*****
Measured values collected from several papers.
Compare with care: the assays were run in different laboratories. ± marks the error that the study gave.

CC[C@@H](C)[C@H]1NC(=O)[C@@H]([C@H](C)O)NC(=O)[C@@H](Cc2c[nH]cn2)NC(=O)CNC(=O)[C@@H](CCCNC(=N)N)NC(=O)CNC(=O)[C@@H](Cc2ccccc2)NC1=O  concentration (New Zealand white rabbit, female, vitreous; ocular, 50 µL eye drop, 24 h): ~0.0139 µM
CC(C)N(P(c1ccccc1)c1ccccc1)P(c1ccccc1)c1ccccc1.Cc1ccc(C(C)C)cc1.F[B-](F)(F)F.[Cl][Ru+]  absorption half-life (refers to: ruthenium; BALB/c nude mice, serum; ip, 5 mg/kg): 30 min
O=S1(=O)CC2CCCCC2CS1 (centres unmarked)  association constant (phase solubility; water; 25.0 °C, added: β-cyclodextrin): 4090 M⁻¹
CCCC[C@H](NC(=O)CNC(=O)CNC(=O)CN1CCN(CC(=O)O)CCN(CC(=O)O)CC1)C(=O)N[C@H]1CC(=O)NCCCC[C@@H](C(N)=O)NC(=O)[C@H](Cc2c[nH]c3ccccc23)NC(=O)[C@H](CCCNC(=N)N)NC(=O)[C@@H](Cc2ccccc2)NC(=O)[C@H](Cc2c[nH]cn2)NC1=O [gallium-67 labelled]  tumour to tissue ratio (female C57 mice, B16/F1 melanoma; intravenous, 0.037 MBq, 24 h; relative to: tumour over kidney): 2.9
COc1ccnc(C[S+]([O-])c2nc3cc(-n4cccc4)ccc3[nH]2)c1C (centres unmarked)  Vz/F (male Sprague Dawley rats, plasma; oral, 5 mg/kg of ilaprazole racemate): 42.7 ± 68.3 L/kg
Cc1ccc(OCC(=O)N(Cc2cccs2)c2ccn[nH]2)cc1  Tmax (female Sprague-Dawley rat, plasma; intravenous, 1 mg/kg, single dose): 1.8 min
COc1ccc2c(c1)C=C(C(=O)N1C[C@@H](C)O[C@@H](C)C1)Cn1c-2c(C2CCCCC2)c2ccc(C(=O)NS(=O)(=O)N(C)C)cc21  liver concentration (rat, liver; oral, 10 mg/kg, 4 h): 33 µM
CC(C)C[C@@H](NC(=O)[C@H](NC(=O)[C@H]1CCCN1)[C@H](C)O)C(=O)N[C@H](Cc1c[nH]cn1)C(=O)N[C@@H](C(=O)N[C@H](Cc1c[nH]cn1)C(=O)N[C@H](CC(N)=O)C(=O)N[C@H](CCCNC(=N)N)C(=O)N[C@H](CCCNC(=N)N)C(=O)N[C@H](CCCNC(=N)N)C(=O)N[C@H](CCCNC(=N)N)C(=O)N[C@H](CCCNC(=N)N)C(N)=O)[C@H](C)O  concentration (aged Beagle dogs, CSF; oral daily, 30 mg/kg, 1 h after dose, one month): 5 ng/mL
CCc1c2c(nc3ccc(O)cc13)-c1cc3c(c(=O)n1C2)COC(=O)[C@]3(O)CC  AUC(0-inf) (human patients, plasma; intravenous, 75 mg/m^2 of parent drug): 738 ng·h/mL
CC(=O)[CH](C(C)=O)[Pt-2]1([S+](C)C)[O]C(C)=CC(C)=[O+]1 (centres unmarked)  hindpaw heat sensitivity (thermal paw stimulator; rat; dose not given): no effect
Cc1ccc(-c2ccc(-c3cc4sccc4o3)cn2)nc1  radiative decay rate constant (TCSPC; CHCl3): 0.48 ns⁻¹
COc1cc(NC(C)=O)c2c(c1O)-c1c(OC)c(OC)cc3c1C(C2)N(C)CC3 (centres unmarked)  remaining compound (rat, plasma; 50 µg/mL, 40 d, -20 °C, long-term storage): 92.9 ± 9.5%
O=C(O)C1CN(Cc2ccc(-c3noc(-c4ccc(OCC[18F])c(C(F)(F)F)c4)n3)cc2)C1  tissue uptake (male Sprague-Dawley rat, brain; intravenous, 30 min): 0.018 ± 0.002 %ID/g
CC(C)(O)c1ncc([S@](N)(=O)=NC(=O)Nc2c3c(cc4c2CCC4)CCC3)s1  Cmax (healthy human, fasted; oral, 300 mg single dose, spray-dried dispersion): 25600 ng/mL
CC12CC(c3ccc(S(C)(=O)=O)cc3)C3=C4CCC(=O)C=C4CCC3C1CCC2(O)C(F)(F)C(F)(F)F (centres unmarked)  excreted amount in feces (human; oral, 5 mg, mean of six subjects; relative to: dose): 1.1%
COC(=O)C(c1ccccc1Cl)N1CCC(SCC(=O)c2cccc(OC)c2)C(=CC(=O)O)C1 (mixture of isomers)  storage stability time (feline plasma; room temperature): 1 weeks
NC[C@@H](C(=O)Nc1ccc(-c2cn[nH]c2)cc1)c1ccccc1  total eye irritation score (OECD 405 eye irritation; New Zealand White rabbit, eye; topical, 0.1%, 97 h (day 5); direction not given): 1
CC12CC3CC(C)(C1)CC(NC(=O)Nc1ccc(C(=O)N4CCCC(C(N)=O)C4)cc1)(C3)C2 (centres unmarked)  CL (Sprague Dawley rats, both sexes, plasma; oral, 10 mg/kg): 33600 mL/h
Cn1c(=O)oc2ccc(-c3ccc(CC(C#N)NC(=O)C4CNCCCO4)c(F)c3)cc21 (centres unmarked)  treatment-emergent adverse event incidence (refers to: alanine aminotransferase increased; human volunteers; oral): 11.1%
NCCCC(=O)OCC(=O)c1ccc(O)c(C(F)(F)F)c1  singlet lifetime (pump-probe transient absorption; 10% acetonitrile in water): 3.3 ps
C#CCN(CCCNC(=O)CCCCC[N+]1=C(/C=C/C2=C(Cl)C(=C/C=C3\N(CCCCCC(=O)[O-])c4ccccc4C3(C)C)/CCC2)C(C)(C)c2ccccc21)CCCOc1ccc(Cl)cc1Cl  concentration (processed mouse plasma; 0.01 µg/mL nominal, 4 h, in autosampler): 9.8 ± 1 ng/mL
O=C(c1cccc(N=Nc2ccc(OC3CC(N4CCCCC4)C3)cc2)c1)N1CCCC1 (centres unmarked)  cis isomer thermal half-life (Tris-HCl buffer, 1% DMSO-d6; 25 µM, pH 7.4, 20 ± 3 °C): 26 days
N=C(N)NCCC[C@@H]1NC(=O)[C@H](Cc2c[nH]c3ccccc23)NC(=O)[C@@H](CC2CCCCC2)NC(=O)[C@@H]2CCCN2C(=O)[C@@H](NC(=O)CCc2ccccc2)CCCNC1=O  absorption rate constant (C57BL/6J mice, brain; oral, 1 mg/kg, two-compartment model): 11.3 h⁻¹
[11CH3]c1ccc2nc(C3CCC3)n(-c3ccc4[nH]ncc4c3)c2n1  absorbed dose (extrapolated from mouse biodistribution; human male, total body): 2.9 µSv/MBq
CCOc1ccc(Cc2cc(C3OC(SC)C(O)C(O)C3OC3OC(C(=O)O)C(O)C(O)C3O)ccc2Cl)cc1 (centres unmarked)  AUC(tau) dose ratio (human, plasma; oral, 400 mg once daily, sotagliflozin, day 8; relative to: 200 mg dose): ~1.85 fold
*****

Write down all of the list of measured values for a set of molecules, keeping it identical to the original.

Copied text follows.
Measured values collected from several papers.
Compare with care: the assays were run in different laboratories. ± marks the error that the study gave.

CC[C@@H](C)[C@H]1NC(=O)[C@@H]([C@H](C)O)NC(=O)[C@@H](Cc2c[nH]cn2)NC(=O)CNC(=O)[C@@H](CCCNC(=N)N)NC(=O)CNC(=O)[C@@H](Cc2ccccc2)NC1=O  concentration (New Zealand white rabbit, female, vitreous; ocular, 50 µL eye drop, 24 h): ~0.0139 µM
CC(C)N(P(c1ccccc1)c1ccccc1)P(c1ccccc1)c1ccccc1.Cc1ccc(C(C)C)cc1.F[B-](F)(F)F.[Cl][Ru+]  absorption half-life (refers to: ruthenium; BALB/c nude mice, serum; ip, 5 mg/kg): 30 min
O=S1(=O)CC2CCCCC2CS1 (centres unmarked)  association constant (phase solubility; water; 25.0 °C, added: β-cyclodextrin): 4090 M⁻¹
CCCC[C@H](NC(=O)CNC(=O)CNC(=O)CN1CCN(CC(=O)O)CCN(CC(=O)O)CC1)C(=O)N[C@H]1CC(=O)NCCCC[C@@H](C(N)=O)NC(=O)[C@H](Cc2c[nH]c3ccccc23)NC(=O)[C@H](CCCNC(=N)N)NC(=O)[C@@H](Cc2ccccc2)NC(=O)[C@H](Cc2c[nH]cn2)NC1=O [gallium-67 labelled]  tumour to tissue ratio (female C57 mice, B16/F1 melanoma; intravenous, 0.037 MBq, 24 h; relative to: tumour over kidney): 2.9
COc1ccnc(C[S+]([O-])c2nc3cc(-n4cccc4)ccc3[nH]2)c1C (centres unmarked)  Vz/F (male Sprague Dawley rats, plasma; oral, 5 mg/kg of ilaprazole racemate): 42.7 ± 68.3 L/kg
Cc1ccc(OCC(=O)N(Cc2cccs2)c2ccn[nH]2)cc1  Tmax (female Sprague-Dawley rat, plasma; intravenous, 1 mg/kg, single dose): 1.8 min
COc1ccc2c(c1)C=C(C(=O)N1C[C@@H](C)O[C@@H](C)C1)Cn1c-2c(C2CCCCC2)c2ccc(C(=O)NS(=O)(=O)N(C)C)cc21  liver concentration (rat, liver; oral, 10 mg/kg, 4 h): 33 µM
CC(C)C[C@@H](NC(=O)[C@H](NC(=O)[C@H]1CCCN1)[C@H](C)O)C(=O)N[C@H](Cc1c[nH]cn1)C(=O)N[C@@H](C(=O)N[C@H](Cc1c[nH]cn1)C(=O)N[C@H](CC(N)=O)C(=O)N[C@H](CCCNC(=N)N)C(=O)N[C@H](CCCNC(=N)N)C(=O)N[C@H](CCCNC(=N)N)C(=O)N[C@H](CCCNC(=N)N)C(=O)N[C@H](CCCNC(=N)N)C(N)=O)[C@H](C)O  concentration (aged Beagle dogs, CSF; oral daily, 30 mg/kg, 1 h after dose, one month): 5 ng/mL
CCc1c2c(nc3ccc(O)cc13)-c1cc3c(c(=O)n1C2)COC(=O)[C@]3(O)CC  AUC(0-inf) (human patients, plasma; intravenous, 75 mg/m^2 of parent drug): 738 ng·h/mL
CC(=O)[CH](C(C)=O)[Pt-2]1([S+](C)C)[O]C(C)=CC(C)=[O+]1 (centres unmarked)  hindpaw heat sensitivity (thermal paw stimulator; rat; dose not given): no effect
Cc1ccc(-c2ccc(-c3cc4sccc4o3)cn2)nc1  radiative decay rate constant (TCSPC; CHCl3): 0.48 ns⁻¹
COc1cc(NC(C)=O)c2c(c1O)-c1c(OC)c(OC)cc3c1C(C2)N(C)CC3 (centres unmarked)  remaining compound (rat, plasma; 50 µg/mL, 40 d, -20 °C, long-term storage): 92.9 ± 9.5%
O=C(O)C1CN(Cc2ccc(-c3noc(-c4ccc(OCC[18F])c(C(F)(F)F)c4)n3)cc2)C1  tissue uptake (male Sprague-Dawley rat, brain; intravenous, 30 min): 0.018 ± 0.002 %ID/g
CC(C)(O)c1ncc([S@](N)(=O)=NC(=O)Nc2c3c(cc4c2CCC4)CCC3)s1  Cmax (healthy human, fasted; oral, 300 mg single dose, spray-dried dispersion): 25600 ng/mL
CC12CC(c3ccc(S(C)(=O)=O)cc3)C3=C4CCC(=O)C=C4CCC3C1CCC2(O)C(F)(F)C(F)(F)F (centres unmarked)  excreted amount in feces (human; oral, 5 mg, mean of six subjects; relative to: dose): 1.1%
COC(=O)C(c1ccccc1Cl)N1CCC(SCC(=O)c2cccc(OC)c2)C(=CC(=O)O)C1 (mixture of isomers)  storage stability time (feline plasma; room temperature): 1 weeks
NC[C@@H](C(=O)Nc1ccc(-c2cn[nH]c2)cc1)c1ccccc1  total eye irritation score (OECD 405 eye irritation; New Zealand White rabbit, eye; topical, 0.1%, 97 h (day 5); direction not given): 1
CC12CC3CC(C)(C1)CC(NC(=O)Nc1ccc(C(=O)N4CCCC(C(N)=O)C4)cc1)(C3)C2 (centres unmarked)  CL (Sprague Dawley rats, both sexes, plasma; oral, 10 mg/kg): 33600 mL/h
Cn1c(=O)oc2ccc(-c3ccc(CC(C#N)NC(=O)C4CNCCCO4)c(F)c3)cc21 (centres unmarked)  treatment-emergent adverse event incidence (refers to: alanine aminotransferase increased; human volunteers; oral): 11.1%
NCCCC(=O)OCC(=O)c1ccc(O)c(C(F)(F)F)c1  singlet lifetime (pump-probe transient absorption; 10% acetonitrile in water): 3.3 ps
C#CCN(CCCNC(=O)CCCCC[N+]1=C(/C=C/C2=C(Cl)C(=C/C=C3\N(CCCCCC(=O)[O-])c4ccccc4C3(C)C)/CCC2)C(C)(C)c2ccccc21)CCCOc1ccc(Cl)cc1Cl  concentration (processed mouse plasma; 0.01 µg/mL nominal, 4 h, in autosampler): 9.8 ± 1 ng/mL
O=C(c1cccc(N=Nc2ccc(OC3CC(N4CCCCC4)C3)cc2)c1)N1CCCC1 (centres unmarked)  cis isomer thermal half-life (Tris-HCl buffer, 1% DMSO-d6; 25 µM, pH 7.4, 20 ± 3 °C): 26 days
N=C(N)NCCC[C@@H]1NC(=O)[C@H](Cc2c[nH]c3ccccc23)NC(=O)[C@@H](CC2CCCCC2)NC(=O)[C@@H]2CCCN2C(=O)[C@@H](NC(=O)CCc2ccccc2)CCCNC1=O  absorption rate constant (C57BL/6J mice, brain; oral, 1 mg/kg, two-compartment model): 11.3 h⁻¹
[11CH3]c1ccc2nc(C3CCC3)n(-c3ccc4[nH]ncc4c3)c2n1  absorbed dose (extrapolated from mouse biodistribution; human male, total body): 2.9 µSv/MBq
CCOc1ccc(Cc2cc(C3OC(SC)C(O)C(O)C3OC3OC(C(=O)O)C(O)C(O)C3O)ccc2Cl)cc1 (centres unmarked)  AUC(tau) dose ratio (human, plasma; oral, 400 mg once daily, sotagliflozin, day 8; relative to: 200 mg dose): ~1.85 fold